It’s a fact that moving house at any age involves paying stamp duty, lawyer’s bills and removals fees. And while a modern serviced or sheltered apartment may cost less than the family home, it could come with higher monthly service charges than expected.

Reasons to make the leap

Despite all these factors – and the psychological upheaval of downsizing a lifetime’s worth of possessions shouldn’t be underestimated – one third of seniors are keen to make the move.

They may want a much more manageable home that’s more energy efficient, cheaper to run and easier to get around – a property with fewer stairs and wheelchair accessibility. A modern, easy-to-run property that they can lock up and leave without any concerns, can free them up for travel, more socialising and more fun.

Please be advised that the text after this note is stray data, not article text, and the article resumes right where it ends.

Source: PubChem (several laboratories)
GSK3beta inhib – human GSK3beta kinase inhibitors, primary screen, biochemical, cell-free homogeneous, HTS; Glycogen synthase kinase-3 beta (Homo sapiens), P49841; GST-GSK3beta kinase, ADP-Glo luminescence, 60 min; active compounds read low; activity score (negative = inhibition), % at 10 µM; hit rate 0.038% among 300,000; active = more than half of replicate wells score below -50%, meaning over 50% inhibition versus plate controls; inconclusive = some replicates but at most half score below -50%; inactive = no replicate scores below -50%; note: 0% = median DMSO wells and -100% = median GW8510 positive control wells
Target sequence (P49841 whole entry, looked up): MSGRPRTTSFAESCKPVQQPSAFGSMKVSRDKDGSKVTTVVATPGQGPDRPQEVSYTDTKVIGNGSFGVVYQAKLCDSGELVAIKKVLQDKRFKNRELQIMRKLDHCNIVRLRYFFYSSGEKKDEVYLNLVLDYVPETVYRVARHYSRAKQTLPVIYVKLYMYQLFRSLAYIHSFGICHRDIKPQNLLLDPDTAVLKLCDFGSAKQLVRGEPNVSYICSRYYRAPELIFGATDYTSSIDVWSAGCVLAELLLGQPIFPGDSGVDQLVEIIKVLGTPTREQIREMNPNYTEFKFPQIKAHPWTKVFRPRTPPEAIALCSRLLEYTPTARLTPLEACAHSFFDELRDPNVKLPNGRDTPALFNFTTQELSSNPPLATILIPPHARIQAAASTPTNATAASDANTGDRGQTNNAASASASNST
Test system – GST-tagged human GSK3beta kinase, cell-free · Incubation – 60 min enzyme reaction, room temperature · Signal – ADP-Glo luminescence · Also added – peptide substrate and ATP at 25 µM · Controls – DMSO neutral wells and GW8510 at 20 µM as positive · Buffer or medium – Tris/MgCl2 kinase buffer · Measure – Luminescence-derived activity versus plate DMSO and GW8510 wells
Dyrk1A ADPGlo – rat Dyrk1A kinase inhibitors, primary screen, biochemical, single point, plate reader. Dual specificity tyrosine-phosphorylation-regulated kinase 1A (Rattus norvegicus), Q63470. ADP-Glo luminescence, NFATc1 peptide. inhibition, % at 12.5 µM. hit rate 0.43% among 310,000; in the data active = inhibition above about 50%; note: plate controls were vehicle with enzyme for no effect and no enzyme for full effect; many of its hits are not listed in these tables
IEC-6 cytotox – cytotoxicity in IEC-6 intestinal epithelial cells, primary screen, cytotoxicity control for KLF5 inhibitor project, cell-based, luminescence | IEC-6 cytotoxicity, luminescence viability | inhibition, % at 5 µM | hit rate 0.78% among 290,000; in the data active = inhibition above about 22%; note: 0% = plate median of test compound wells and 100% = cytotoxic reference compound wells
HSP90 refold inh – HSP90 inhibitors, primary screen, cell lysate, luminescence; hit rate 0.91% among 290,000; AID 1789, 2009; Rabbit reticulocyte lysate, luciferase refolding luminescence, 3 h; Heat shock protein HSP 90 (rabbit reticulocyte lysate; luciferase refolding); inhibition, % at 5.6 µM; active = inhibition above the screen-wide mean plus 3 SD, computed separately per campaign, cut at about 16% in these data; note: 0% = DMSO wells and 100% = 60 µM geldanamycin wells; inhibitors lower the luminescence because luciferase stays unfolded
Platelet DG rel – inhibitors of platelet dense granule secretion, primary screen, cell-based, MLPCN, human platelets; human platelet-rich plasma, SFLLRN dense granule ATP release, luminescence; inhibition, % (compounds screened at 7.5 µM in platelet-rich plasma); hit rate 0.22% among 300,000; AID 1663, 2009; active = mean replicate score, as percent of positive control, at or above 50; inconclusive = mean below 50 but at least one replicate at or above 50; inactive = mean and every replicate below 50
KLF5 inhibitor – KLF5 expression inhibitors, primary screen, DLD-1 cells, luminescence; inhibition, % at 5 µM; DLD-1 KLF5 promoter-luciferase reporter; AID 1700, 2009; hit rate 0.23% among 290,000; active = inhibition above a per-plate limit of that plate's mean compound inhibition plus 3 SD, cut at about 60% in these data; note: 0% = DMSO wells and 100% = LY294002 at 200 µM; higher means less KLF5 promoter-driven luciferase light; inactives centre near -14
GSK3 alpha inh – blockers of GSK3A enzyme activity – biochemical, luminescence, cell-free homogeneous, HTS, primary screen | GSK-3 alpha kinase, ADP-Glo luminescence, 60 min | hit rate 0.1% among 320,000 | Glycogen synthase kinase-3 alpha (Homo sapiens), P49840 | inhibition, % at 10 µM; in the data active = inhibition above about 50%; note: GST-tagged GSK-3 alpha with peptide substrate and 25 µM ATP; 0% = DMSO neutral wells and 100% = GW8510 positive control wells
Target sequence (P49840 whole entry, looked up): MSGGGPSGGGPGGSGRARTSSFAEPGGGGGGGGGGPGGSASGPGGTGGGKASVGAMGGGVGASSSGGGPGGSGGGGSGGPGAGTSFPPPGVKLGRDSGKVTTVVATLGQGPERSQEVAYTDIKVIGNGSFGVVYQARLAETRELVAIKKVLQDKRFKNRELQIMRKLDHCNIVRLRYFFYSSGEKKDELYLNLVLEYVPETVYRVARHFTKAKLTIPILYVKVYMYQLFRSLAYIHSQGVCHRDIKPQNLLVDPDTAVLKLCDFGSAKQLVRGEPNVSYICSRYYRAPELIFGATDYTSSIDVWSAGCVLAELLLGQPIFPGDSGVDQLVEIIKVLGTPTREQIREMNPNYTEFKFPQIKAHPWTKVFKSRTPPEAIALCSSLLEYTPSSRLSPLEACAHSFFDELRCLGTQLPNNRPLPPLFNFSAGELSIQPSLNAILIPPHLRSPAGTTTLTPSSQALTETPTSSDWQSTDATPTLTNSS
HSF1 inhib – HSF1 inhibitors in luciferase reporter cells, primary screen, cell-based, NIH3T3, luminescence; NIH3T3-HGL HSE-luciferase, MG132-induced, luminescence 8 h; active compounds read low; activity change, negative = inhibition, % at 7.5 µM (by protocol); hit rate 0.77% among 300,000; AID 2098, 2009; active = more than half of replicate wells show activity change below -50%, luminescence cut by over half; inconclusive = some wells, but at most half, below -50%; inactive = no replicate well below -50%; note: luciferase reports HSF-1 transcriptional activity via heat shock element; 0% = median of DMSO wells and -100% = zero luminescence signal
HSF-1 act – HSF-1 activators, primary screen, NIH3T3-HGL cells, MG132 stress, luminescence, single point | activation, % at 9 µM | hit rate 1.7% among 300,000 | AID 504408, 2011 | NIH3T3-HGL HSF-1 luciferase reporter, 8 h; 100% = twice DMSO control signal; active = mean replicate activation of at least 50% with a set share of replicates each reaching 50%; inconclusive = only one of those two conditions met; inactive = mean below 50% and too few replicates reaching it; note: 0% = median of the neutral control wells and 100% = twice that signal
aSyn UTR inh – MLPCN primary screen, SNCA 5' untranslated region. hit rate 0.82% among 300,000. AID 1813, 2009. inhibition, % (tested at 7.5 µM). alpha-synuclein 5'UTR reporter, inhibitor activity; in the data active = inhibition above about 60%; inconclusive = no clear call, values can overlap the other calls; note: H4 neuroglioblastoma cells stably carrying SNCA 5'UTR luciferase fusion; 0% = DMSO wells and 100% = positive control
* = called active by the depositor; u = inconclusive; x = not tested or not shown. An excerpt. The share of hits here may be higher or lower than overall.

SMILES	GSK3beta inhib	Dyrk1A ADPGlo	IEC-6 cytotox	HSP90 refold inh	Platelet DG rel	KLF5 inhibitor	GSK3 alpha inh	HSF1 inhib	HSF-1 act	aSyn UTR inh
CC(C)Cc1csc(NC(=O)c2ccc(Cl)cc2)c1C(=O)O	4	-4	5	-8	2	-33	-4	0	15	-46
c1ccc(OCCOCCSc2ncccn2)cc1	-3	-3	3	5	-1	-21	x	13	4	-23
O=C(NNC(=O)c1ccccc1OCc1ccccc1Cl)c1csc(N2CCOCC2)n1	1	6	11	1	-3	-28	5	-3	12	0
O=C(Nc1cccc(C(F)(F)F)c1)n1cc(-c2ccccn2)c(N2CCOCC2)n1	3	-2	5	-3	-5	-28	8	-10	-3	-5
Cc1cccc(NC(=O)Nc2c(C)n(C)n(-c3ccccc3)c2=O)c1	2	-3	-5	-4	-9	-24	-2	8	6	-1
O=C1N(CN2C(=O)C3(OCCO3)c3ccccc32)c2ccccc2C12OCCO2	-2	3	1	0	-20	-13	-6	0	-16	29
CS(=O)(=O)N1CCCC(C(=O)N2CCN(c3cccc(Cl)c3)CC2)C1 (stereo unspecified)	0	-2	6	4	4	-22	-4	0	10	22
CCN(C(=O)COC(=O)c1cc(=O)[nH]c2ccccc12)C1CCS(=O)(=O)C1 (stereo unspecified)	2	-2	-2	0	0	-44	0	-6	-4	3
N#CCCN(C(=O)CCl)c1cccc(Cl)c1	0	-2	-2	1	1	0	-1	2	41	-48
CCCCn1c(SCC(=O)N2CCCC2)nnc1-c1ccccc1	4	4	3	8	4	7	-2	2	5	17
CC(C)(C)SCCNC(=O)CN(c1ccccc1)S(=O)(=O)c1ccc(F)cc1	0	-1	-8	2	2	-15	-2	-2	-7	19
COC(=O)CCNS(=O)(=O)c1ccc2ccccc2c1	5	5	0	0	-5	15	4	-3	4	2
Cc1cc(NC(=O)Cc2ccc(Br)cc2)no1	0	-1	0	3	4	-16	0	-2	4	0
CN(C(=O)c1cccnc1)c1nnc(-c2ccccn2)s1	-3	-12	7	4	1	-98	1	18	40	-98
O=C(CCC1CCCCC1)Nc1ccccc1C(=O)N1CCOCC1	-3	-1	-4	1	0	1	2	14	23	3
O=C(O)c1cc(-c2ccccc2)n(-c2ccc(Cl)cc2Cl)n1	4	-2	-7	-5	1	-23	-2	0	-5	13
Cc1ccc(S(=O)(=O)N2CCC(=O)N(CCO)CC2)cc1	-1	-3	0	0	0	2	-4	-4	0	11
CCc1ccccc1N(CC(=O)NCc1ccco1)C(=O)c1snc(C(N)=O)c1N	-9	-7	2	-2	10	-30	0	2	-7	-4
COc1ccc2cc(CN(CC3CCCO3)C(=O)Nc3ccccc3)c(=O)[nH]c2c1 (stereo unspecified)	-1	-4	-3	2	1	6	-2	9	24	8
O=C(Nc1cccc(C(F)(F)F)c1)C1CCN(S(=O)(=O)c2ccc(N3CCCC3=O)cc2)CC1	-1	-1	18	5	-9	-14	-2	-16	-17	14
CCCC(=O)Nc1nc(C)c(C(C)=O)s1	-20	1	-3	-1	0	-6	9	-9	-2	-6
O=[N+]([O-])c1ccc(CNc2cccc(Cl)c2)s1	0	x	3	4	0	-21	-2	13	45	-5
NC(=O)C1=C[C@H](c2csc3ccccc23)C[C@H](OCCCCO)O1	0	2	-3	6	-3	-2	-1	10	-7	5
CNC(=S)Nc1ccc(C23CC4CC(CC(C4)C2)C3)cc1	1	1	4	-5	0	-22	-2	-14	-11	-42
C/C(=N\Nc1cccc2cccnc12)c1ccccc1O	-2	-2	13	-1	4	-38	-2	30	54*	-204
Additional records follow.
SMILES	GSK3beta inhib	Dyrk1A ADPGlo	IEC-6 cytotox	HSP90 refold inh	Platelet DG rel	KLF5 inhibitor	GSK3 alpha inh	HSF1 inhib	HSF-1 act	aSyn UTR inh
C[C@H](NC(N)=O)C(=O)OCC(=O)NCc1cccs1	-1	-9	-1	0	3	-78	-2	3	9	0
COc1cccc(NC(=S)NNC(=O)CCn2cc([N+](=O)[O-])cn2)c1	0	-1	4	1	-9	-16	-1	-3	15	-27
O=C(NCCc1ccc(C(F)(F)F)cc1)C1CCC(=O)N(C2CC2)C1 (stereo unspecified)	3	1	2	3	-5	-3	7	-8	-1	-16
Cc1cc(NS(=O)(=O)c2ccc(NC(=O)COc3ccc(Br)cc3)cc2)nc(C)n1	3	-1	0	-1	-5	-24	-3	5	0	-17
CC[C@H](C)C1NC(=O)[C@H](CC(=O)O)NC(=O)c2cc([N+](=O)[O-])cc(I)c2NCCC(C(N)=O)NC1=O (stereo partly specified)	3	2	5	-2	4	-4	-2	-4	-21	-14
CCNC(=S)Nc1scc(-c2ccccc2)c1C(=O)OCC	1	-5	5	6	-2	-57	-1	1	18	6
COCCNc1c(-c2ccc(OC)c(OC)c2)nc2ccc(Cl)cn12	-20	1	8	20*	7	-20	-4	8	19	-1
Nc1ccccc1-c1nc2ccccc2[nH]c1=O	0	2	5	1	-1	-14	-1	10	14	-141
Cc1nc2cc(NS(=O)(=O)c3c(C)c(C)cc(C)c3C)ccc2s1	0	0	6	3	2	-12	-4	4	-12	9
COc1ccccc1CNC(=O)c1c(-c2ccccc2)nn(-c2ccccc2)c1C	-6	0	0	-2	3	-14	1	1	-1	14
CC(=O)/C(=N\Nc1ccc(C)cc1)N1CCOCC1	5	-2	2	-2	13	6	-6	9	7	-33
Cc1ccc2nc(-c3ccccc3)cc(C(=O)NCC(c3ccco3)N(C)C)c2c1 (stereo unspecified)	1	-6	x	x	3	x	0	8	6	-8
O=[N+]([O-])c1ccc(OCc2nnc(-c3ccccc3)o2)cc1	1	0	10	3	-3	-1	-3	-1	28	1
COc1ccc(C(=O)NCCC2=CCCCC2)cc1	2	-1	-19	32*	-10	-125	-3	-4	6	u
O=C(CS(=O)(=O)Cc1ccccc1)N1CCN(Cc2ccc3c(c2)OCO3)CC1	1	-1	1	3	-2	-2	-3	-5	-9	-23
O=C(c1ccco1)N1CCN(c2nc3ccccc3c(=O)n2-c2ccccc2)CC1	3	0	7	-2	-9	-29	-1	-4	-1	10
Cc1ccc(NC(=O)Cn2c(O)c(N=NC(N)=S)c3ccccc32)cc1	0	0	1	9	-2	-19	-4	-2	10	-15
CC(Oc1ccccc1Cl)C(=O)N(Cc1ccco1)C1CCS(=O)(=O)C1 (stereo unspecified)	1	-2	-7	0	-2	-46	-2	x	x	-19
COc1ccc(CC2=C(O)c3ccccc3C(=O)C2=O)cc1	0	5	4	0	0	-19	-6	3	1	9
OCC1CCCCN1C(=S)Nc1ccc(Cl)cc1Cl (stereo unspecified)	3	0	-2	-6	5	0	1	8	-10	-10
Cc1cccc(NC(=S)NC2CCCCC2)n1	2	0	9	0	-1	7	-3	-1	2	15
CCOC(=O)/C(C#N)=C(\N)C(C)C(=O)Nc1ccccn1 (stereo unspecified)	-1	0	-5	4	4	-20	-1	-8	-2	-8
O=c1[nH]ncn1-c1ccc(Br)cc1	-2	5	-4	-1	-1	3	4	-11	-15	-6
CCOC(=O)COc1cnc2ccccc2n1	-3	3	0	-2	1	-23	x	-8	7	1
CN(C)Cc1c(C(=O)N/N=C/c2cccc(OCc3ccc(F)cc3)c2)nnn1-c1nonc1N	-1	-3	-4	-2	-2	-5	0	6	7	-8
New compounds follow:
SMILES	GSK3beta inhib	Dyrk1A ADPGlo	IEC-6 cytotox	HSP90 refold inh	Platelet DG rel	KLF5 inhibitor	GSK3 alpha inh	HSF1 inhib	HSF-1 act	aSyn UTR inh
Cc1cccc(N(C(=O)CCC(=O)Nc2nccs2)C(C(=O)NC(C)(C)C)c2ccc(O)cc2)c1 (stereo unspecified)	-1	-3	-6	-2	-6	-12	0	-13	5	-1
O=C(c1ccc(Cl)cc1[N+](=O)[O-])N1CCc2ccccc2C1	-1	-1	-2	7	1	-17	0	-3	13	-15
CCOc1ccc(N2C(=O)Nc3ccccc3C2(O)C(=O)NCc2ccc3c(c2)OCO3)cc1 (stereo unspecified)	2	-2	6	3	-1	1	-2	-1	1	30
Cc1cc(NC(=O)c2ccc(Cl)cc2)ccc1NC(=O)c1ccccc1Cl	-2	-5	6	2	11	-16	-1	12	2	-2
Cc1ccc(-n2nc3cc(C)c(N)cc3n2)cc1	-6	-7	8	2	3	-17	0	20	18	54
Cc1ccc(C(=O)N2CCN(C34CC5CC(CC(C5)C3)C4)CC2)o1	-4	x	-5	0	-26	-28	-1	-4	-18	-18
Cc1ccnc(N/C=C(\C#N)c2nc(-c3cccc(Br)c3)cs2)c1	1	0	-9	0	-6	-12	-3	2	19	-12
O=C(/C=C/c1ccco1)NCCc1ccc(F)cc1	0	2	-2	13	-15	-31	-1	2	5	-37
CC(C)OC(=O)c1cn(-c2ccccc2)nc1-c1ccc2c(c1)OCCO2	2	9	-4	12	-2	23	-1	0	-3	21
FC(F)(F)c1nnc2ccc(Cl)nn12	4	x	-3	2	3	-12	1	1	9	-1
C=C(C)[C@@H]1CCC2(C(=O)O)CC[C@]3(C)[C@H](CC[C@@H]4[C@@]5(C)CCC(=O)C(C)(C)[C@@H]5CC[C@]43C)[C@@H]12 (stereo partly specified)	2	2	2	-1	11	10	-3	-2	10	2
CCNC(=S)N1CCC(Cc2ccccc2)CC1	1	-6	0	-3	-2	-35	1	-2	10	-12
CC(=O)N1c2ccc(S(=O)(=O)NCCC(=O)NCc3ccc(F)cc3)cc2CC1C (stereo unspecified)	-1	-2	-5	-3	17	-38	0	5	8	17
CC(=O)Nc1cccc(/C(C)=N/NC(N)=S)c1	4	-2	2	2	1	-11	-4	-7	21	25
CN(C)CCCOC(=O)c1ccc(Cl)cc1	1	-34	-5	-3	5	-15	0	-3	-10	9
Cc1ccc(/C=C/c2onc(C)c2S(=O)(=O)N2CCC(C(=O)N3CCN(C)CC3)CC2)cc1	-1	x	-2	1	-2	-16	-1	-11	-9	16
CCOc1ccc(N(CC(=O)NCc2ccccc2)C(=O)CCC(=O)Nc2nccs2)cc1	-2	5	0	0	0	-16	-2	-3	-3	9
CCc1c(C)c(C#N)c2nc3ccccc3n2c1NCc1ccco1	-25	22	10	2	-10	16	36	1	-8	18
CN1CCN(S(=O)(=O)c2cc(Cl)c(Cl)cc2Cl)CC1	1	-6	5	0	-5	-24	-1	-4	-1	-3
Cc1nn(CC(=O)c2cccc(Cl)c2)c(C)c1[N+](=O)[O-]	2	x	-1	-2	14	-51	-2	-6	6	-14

According to a House of Commons report [2] the right kind of housing that’s properly adapted for senior residents can allow them to live independently and without care for longer. Communal housing, like retirement apartments or sheltered homes, can also prevent isolation in old age, and the mental health problems this can bring.

People in this situation might also want the security of a sheltered or serviced apartment, somewhere where help can be quickly summoned. These options also come with garden and buildings maintenance, even a dining room where meals are available.